Truby King (1924-7) and Theodore Gray (1927-46) are listed among the men who headed this institution. Official Visitors – community-appointed vigilance– included political activists Janet Fraser (1924-34) and Annie McVicar (1926-50). The first social worker wasn’t appointed until 1952, and psychologists only gradually came into the picture. There weren’t many tools for treating mental illness in the early days so newly-developed drugs were embraced with enthusiasm. Many patients had dementia from syphilis and one treatment used inoculation with malaria parasites to induce fever and thus hopefully kill the syphilis.
A low ceilinged corridor leads us to other rooms. The seclusion room is small and a lockable shutter covers the window. A hole in the wall provides surveillance. The unrippable canvas blanket and bristly mattress would have been among the only objects in the room. Pipes now lead across the roof and our guide says of course they wouldn’t have been there in the old days. The walls bear the scratches and names of former inmates.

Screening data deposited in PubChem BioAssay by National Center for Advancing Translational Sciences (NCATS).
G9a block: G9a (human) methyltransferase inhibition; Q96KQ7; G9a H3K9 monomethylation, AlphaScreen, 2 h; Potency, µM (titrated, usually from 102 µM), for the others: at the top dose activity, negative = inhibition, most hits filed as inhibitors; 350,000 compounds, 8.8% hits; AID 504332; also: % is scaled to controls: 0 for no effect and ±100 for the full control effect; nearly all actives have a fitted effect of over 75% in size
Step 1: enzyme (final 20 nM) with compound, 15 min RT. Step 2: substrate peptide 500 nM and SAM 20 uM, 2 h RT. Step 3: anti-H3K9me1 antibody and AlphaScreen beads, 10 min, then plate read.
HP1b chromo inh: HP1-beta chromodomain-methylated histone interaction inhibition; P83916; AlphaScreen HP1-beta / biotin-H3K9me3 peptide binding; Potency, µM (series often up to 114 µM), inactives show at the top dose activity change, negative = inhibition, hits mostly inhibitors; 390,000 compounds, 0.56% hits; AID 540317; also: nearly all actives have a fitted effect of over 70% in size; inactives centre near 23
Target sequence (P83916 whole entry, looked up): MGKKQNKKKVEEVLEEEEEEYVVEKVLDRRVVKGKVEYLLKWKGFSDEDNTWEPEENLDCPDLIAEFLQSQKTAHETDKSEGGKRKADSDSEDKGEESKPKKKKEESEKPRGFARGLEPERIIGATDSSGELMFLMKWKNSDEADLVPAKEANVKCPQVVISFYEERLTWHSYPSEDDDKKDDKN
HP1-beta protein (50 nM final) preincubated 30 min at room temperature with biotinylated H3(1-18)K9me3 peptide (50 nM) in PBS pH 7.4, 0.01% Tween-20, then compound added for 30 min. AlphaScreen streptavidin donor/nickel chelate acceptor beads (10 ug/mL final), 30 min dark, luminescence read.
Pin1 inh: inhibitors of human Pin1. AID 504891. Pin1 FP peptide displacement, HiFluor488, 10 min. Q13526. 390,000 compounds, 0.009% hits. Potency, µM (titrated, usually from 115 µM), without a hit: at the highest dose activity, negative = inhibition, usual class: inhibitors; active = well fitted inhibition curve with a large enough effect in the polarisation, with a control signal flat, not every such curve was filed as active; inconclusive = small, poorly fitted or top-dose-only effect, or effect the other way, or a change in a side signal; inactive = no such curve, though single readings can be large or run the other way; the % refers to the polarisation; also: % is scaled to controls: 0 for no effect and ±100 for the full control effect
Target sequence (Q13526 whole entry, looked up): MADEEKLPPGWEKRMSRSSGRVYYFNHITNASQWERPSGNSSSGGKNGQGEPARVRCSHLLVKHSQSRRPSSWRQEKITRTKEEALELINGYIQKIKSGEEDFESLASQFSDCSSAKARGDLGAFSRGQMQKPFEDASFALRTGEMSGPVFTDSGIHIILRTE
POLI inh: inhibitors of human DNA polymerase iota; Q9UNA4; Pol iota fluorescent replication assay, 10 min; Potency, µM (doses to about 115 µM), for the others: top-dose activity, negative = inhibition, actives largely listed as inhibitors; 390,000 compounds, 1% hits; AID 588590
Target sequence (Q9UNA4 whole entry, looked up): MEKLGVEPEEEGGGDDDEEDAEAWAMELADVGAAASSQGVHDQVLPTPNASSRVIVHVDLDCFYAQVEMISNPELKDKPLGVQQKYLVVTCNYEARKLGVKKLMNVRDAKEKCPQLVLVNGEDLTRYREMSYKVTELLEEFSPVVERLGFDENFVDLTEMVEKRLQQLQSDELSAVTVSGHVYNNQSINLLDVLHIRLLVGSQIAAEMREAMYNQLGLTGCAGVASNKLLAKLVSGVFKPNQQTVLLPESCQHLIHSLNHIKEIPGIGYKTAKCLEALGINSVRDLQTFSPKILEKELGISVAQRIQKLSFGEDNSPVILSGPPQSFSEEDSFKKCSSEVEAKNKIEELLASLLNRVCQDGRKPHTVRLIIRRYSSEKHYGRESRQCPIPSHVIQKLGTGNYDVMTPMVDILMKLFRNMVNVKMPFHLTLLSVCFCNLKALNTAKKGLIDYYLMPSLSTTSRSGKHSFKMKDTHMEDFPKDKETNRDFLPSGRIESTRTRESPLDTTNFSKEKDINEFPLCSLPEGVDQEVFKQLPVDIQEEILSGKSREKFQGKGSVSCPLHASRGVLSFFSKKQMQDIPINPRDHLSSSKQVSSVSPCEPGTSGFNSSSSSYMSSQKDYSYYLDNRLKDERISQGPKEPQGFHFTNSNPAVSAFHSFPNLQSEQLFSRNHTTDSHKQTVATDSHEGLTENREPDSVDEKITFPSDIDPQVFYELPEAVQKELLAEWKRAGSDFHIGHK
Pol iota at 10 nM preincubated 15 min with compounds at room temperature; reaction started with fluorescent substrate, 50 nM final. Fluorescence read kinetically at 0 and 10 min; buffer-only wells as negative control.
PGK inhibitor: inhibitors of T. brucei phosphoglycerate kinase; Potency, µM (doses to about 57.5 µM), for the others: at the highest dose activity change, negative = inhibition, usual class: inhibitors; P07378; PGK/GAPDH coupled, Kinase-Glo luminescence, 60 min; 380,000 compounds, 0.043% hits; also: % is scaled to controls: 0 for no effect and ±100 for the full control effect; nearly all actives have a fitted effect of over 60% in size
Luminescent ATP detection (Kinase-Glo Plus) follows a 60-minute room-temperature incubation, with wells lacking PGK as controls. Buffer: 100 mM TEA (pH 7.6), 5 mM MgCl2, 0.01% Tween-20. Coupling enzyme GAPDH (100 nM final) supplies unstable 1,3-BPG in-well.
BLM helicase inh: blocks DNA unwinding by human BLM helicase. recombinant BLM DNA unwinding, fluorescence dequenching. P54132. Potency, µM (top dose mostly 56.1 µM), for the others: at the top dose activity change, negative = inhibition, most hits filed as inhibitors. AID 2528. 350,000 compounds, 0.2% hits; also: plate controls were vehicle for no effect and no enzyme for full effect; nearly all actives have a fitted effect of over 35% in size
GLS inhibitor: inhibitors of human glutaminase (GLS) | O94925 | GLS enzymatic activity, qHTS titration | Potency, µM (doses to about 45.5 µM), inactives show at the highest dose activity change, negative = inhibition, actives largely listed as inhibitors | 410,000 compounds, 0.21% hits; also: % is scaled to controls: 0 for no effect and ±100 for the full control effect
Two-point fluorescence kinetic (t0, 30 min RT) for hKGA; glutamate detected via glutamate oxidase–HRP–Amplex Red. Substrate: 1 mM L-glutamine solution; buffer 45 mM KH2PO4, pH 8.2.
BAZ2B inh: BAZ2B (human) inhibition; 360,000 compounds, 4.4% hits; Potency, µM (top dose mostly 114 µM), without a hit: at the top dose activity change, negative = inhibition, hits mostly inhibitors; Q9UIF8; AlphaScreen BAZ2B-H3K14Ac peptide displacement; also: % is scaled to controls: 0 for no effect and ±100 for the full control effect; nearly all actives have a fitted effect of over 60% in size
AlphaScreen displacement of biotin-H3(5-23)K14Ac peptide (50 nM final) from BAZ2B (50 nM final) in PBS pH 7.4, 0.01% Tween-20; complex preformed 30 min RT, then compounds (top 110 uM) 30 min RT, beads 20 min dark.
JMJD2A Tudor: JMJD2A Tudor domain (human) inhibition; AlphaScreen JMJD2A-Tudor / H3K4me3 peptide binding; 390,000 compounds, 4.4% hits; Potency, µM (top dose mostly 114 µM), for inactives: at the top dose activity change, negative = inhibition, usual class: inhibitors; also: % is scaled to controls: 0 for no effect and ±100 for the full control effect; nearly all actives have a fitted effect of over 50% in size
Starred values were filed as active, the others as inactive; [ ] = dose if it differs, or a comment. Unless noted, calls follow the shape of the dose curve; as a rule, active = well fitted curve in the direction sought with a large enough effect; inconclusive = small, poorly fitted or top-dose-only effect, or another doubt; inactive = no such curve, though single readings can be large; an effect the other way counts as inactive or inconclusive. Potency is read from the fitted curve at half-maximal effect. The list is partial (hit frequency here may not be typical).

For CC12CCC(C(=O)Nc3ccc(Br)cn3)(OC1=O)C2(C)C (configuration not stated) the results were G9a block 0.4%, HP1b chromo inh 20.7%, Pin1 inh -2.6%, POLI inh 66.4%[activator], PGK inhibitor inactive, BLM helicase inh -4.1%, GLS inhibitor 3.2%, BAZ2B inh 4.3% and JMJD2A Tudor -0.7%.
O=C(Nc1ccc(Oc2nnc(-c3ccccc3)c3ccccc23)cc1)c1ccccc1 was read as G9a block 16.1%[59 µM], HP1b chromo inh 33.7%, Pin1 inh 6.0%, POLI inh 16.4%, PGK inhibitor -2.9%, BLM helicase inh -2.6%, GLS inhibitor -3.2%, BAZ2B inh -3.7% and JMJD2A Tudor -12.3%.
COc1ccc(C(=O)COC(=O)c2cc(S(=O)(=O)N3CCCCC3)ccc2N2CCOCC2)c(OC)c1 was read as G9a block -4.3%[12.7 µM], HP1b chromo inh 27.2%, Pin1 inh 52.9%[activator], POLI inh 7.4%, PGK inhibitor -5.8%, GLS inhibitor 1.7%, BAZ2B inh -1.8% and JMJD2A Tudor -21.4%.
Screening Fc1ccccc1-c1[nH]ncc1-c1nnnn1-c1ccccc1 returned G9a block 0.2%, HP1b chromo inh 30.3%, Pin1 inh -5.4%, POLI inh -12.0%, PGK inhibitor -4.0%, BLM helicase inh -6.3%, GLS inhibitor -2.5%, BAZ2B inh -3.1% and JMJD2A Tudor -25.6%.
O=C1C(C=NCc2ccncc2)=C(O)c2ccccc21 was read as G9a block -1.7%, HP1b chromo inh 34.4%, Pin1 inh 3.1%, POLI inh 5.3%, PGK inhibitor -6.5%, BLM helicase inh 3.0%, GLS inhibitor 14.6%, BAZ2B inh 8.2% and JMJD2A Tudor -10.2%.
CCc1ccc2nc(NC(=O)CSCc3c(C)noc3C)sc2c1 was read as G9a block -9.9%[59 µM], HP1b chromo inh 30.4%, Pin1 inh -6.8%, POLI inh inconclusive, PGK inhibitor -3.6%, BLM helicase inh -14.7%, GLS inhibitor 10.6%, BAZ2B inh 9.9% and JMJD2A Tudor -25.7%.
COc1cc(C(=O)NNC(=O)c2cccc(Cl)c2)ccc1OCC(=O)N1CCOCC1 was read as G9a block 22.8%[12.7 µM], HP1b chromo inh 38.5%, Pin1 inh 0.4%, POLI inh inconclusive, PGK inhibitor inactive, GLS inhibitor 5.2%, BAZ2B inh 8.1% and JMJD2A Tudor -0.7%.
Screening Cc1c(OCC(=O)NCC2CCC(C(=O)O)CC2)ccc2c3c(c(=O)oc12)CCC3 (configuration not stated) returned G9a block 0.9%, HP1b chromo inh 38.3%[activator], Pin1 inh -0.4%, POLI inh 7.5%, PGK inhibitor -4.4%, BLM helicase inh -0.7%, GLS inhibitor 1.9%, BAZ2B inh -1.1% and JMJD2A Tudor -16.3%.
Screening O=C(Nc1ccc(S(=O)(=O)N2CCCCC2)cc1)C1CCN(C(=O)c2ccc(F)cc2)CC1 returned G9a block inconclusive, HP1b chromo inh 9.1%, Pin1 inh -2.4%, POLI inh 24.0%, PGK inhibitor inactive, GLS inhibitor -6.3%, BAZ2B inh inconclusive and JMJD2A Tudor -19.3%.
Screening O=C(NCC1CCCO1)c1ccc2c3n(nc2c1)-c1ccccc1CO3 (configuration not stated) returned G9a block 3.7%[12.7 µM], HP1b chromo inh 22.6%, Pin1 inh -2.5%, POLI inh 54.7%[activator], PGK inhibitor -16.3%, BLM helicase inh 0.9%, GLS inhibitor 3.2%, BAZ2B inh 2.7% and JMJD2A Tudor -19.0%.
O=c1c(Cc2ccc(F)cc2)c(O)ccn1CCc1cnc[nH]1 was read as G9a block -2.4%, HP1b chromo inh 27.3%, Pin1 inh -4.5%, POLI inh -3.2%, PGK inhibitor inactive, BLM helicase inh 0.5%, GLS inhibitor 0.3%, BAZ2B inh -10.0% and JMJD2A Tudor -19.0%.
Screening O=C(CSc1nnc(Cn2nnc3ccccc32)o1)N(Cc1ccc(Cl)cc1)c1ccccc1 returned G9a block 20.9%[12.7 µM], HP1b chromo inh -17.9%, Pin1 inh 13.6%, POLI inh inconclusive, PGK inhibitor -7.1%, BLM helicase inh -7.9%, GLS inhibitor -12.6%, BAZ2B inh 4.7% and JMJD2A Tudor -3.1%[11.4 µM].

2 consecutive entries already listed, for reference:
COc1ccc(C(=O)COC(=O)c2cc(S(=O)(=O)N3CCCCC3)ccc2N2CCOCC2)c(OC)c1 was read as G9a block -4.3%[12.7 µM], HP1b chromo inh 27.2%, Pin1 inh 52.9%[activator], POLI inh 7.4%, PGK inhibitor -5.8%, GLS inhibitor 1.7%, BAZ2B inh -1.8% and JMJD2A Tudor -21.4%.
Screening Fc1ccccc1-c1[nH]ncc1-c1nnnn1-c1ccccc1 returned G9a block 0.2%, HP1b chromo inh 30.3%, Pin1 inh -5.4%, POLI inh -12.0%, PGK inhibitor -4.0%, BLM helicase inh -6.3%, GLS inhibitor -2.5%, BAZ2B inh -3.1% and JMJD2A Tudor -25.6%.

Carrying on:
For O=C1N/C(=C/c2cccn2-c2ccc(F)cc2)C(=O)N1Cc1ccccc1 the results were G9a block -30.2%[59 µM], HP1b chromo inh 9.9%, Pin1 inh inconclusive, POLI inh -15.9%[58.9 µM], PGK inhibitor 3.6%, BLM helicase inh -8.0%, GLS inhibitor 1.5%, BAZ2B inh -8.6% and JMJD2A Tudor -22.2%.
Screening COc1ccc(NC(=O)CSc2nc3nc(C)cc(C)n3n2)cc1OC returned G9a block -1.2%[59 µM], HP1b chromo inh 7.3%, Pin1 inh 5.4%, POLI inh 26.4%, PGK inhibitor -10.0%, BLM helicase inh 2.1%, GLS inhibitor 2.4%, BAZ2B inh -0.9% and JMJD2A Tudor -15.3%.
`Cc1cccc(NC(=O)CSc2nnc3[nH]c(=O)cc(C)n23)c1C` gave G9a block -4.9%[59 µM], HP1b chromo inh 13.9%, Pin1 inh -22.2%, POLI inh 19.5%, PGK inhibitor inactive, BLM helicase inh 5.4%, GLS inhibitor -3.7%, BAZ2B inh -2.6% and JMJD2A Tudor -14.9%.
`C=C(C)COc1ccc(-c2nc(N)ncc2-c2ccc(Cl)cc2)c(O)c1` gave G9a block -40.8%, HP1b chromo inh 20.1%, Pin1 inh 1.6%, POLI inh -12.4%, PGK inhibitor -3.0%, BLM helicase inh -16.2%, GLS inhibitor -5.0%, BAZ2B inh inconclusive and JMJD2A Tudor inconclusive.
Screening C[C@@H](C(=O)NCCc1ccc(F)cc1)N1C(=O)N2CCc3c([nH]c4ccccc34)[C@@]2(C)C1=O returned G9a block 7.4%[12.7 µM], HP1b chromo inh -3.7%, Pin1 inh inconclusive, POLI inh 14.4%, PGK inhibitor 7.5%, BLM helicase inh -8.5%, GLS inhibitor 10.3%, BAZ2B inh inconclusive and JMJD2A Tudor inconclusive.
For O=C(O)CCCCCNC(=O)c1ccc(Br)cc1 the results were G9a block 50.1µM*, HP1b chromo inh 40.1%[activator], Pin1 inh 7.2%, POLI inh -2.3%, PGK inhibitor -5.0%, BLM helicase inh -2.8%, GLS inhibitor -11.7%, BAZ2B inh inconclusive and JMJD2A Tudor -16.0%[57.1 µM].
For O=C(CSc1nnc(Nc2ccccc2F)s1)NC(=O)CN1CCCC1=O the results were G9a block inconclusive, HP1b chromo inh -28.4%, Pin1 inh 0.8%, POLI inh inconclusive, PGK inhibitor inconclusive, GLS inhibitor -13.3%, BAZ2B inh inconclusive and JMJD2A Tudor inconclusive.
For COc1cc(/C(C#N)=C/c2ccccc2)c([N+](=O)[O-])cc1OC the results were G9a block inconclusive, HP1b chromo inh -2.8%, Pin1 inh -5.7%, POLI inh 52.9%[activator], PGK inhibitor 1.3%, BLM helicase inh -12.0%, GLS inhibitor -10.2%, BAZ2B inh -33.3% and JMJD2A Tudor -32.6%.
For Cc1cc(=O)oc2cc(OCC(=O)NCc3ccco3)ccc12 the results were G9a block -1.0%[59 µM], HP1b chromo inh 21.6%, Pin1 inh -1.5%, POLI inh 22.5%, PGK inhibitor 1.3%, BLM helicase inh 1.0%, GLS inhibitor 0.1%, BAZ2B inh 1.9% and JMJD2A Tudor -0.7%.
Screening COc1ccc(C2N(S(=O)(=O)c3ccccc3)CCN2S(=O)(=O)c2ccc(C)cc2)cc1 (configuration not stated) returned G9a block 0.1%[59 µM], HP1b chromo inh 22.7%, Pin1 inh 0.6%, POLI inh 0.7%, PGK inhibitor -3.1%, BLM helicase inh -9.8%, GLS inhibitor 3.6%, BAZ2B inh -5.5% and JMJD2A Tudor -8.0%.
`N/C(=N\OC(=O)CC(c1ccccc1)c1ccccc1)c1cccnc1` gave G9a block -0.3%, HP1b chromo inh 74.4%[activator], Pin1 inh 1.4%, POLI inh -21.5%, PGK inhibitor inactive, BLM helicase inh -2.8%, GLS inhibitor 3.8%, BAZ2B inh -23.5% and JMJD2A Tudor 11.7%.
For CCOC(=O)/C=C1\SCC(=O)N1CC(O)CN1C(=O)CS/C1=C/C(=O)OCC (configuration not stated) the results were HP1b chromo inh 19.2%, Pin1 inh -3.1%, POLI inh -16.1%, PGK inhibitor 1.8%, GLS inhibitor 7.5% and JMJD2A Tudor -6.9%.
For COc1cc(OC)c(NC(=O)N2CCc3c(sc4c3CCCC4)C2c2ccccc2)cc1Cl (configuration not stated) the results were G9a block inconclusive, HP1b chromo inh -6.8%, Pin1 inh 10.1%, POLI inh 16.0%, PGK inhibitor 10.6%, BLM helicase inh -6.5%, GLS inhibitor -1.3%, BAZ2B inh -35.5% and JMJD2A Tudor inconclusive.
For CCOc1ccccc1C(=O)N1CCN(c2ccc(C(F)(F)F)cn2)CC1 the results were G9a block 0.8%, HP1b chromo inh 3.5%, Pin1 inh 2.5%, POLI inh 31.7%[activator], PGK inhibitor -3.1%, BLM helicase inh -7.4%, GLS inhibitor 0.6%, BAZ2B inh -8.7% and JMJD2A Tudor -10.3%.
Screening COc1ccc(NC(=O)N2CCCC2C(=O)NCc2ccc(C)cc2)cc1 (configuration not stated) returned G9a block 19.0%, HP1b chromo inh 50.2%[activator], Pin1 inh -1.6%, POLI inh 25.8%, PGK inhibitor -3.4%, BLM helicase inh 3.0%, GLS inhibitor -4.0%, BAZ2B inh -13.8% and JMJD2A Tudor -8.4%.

Further along we are shown some of the former single rooms (as mentioned above). They have been opened up into bigger rooms housing valuable collections, including research materials and registers (waiting for students looking for interesting research topics).The room I find the hardest has a collection of dental weaponry that transports me back to the painful days of the ‘murder house’. I sympathise with those who react to some of the other memorabilia here in this museum. The irony is that in the old days the patients apparently had as good dental care as the welfare state’s children. A former classroom for younger patients is now an office. A larger room was a teaching space where students were paid to train as specialist psych nurses. We learn that since nursing training became Polytech-based, user pays and generic, it has not attracted the numbers of males it used to.